Penny Arcade Expo, or PAX, is a convention I’ve always heard was amazing but never had any interest in attending. I loved the Penny Arcade comics in college, and reading about the experiences people had. But never though I’d make an effort to attend one. That’s when Dave from Arcadia National Bar in Maine asked Andrea and me to talk on a panel at PAXEast. It was called “Beer, Booze, and Board Games” and was about bar owers that have opened a successful geek bar. We were joined by Anthony and Lynn Nilles from 42 Lounge in Milwaukee.
If I could sum up PAXEast for those that don’t want to read the full story, I was both overwhelmed and underwhelmed at the same time. That’s probably the best description I can give. Let me elaborate.
PAXEast is primarily about video games. Contrast this to GenCon that’s primarily table top based. So you walk into the expo hall and are instantly assaulted by giant screens, rows of gaming PC’s, cosplay babes straight from League of Legends, and the basement funk you’d come to expect from a gaming convention. On Friday Andrea and I toured the convention floor to hit a few notable booths and get our bearings. I have to say picking up our badges was probably the easiest of any con. They had a good amount of staff for Will Call and even customer service was great. We started at Think Geek, headed over to Gunnar, and did some wandering of the table top area. I realized after about an hour that this show is mostly demo’s for upcoming games, geeks will wait hours in line to get 5 minutes at a game, and then you can usually get the demo at home about a week later. But, it was cool to see the games in action just by standing back and watching others play.
Table Top being my passion, I spent most of my time in this area. It made up maybe 1/6th of the entire convention floor, and almost seemed like an after thought. Granted, you can cram a ton more table top into a small are than video games. Twitch and Bioware alone took up a significant amount of floor space. I was very happy with the amount of indie table top developers there. It reminded me of my first few Gen Cons. So many people were there with home printed decks, hand made game pieces, etc just trying to get you to play their demo and back them on Kickstarter. They’re table top area was also open until midnight each night making it easy to gather with friends and do some gaming.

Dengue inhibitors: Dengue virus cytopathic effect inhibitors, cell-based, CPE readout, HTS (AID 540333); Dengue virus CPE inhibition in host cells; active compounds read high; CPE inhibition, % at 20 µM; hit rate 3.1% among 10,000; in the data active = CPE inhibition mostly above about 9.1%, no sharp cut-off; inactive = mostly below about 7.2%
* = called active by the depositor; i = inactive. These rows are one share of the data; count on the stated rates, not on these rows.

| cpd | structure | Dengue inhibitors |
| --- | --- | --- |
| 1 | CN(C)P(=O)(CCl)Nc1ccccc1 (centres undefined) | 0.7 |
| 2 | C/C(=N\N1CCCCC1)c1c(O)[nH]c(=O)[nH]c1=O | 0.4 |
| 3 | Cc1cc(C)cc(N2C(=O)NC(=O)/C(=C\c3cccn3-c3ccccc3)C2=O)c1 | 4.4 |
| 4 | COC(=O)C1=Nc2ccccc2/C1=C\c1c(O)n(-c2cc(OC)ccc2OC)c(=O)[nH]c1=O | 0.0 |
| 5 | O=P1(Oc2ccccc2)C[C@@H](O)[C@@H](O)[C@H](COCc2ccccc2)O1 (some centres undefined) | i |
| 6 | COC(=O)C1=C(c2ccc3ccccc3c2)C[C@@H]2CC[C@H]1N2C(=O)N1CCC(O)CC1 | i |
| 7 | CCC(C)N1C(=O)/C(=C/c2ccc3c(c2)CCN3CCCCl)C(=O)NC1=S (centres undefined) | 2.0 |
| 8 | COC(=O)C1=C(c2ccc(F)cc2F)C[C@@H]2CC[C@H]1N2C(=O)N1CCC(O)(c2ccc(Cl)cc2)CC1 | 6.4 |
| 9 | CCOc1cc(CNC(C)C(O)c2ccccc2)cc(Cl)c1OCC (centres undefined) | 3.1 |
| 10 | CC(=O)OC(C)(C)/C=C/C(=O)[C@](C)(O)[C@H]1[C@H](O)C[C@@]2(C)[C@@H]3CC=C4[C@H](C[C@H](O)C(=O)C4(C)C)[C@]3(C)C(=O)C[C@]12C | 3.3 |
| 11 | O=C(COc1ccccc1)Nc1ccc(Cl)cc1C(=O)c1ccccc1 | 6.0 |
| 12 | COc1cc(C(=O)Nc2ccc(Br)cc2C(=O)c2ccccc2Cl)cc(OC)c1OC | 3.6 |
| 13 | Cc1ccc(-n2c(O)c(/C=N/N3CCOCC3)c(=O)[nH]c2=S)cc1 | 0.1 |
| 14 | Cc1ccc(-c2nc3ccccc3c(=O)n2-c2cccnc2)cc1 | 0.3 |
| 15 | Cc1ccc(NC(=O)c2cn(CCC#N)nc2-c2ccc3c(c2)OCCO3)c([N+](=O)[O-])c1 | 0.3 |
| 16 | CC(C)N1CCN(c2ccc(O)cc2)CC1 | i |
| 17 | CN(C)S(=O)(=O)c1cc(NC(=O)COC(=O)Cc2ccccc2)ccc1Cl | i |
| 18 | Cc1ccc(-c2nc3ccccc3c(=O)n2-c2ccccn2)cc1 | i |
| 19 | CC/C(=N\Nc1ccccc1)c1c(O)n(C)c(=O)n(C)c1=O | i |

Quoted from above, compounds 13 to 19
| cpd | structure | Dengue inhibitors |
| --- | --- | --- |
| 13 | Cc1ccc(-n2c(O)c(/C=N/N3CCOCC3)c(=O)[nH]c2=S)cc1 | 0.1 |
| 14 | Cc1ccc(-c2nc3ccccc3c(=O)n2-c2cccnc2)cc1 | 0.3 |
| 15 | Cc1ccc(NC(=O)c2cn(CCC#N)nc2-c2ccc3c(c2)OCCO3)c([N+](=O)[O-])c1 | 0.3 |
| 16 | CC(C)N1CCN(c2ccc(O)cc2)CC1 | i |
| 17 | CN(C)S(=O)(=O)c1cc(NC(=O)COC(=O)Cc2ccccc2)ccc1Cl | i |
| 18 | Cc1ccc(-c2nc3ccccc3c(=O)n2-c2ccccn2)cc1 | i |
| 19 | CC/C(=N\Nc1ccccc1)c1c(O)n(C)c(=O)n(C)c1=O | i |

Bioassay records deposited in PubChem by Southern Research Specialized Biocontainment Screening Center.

Another thing I noticed, and LOVED, was the amount of amateur costumes I saw. It was so refreshing to see people make their favorite character come alive with cardboard, foam, and sharpies. There were some amazing pro-level costumes, but it was great to see these didn’t dominate.
So now on to why we were there. The geek bar panel. I have to say this was an awesome experience. I’ve been able to talk on panels before, regarding everything from rockets to costumes. But this is the first time I was able to talk about beer, and a business I helped create. The energy was amazing, and the room was packed. So much so we were able to spend about an hour after talking with folks that couldn’t make it in. I would love to do this again and it was just such a great feeling meeting people that wanted to do this themselves.
If I learned one thing about PAX it’s that Twtich streamers are king. I’ve met some pretty big names in the geek world and I have never seen lines so long as I have for someone that just streams themselves playing video games. Girls of all ages were going ape shit for a guy with a Minecraft sword, to the point where they had to wrap the lines around buildings or erect impromptu ropes in front of the convention hall. There were also a fair amount of cosplayers at the convention, but they weren’t the spot light. I don’t recall any long autograph lines, special ads, or craziness. Most in attendance were working booths like Nintendo and Xbox and kept things pretty down to Earth. I actually loved this because Andrea and I were able to go up to some of our cosplay friends, take a picture, and spend a few minutes to catch up.
I do have to say I had a lot of fun meeting new people, and from those people I met I feel like is where PAX truly shines. Sure, you get to see the newest and shiniest games. But you also get to meet people IRL you’ve only ever talked to online. We spent just about every night doing something from a Poke’mon Pub Crawl and Karaoke with the other geek bar owners, to sitting in the hotel bar with friends we’d just met on twitter that day.
So people asked me all weekend if I would ever do PAX again. I have to say that unless I’m invited back, I probably wouldn’t go out of my way to attend. Being in Florida it’s a long haul to any of the PAX conventions, and we have MegaCon, GenCon, and possibly a nerd cruise to fill up 2015. But, if there’s every a call for another geek bar panel I’d absolutely scrape together the means to visit again.